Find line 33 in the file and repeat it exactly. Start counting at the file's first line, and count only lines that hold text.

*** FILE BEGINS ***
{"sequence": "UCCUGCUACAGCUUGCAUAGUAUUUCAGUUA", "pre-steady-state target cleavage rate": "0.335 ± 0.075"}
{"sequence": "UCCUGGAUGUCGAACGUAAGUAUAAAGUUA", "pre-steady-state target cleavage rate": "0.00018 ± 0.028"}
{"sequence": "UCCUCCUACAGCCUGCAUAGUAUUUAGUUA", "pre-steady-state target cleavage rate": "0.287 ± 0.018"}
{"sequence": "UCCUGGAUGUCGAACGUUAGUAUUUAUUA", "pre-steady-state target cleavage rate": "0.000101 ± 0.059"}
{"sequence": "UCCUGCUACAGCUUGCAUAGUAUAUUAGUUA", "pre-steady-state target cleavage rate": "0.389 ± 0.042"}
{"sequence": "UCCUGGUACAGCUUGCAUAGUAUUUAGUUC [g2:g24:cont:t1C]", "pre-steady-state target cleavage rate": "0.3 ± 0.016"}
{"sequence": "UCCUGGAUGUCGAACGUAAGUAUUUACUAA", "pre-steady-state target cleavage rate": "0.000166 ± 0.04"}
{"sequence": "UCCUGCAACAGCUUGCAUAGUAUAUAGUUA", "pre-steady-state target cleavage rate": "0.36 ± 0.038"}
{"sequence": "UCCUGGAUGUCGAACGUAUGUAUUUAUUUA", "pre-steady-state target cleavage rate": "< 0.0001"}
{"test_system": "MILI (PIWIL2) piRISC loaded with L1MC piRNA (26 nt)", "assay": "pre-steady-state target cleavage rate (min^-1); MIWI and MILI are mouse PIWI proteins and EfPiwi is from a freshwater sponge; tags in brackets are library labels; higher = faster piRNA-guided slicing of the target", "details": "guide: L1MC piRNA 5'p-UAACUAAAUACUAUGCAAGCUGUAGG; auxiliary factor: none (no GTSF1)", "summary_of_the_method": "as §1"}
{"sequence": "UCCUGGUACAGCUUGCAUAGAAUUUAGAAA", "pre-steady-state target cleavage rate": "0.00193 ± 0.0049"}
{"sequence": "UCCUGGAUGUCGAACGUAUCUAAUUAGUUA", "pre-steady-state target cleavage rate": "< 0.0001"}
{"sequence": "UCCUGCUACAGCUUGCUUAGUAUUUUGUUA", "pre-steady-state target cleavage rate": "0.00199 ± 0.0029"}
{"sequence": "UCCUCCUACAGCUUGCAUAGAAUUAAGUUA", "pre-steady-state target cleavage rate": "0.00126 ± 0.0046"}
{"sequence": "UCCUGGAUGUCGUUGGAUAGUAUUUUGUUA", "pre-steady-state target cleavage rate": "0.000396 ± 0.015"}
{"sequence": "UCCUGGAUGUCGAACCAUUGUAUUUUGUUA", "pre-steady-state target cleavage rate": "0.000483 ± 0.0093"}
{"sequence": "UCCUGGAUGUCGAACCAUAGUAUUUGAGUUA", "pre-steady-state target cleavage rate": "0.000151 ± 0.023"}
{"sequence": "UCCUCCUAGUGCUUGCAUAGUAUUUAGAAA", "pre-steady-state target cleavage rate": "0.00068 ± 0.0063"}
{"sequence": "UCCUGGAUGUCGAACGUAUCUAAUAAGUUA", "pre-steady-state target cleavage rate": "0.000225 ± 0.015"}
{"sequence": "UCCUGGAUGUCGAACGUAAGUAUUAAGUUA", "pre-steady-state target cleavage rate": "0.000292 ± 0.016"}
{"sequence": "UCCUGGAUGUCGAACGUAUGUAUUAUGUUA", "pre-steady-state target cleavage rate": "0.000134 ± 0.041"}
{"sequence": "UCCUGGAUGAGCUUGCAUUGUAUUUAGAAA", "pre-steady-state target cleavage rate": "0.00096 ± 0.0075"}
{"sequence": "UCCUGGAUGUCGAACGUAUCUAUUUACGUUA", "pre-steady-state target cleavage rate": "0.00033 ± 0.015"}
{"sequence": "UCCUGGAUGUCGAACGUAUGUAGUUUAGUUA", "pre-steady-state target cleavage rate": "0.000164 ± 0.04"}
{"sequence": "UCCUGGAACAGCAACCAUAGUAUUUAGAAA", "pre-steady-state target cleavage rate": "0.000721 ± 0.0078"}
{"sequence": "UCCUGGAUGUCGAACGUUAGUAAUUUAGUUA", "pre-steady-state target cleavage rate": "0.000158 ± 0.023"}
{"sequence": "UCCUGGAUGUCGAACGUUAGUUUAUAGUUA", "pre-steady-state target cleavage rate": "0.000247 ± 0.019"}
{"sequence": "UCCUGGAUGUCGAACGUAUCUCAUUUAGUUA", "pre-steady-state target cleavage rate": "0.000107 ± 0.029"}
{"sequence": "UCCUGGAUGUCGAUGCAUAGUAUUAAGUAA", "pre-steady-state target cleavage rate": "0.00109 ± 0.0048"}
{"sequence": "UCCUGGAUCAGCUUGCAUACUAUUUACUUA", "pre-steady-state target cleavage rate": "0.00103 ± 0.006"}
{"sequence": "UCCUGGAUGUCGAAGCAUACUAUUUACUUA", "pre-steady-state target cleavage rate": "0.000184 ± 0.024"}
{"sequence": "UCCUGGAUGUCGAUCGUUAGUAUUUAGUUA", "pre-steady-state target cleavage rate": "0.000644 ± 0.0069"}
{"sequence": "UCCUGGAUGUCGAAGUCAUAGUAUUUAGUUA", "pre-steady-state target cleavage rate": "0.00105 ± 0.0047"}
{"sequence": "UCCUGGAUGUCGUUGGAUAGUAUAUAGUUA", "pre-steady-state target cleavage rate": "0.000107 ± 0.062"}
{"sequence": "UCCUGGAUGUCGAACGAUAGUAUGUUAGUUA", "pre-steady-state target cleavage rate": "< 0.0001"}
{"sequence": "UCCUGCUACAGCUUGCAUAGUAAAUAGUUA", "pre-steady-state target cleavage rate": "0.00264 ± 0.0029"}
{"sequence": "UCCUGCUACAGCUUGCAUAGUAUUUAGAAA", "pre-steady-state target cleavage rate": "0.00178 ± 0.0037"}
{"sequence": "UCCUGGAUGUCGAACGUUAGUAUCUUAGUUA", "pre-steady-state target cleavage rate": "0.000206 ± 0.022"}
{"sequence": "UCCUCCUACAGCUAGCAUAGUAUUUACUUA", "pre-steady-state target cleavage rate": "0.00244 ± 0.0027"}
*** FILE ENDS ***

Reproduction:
{"sequence": "UCCUGGAUGUCGAAGUCAUAGUAUUUAGUUA", "pre-steady-state target cleavage rate": "0.00105 ± 0.0047"}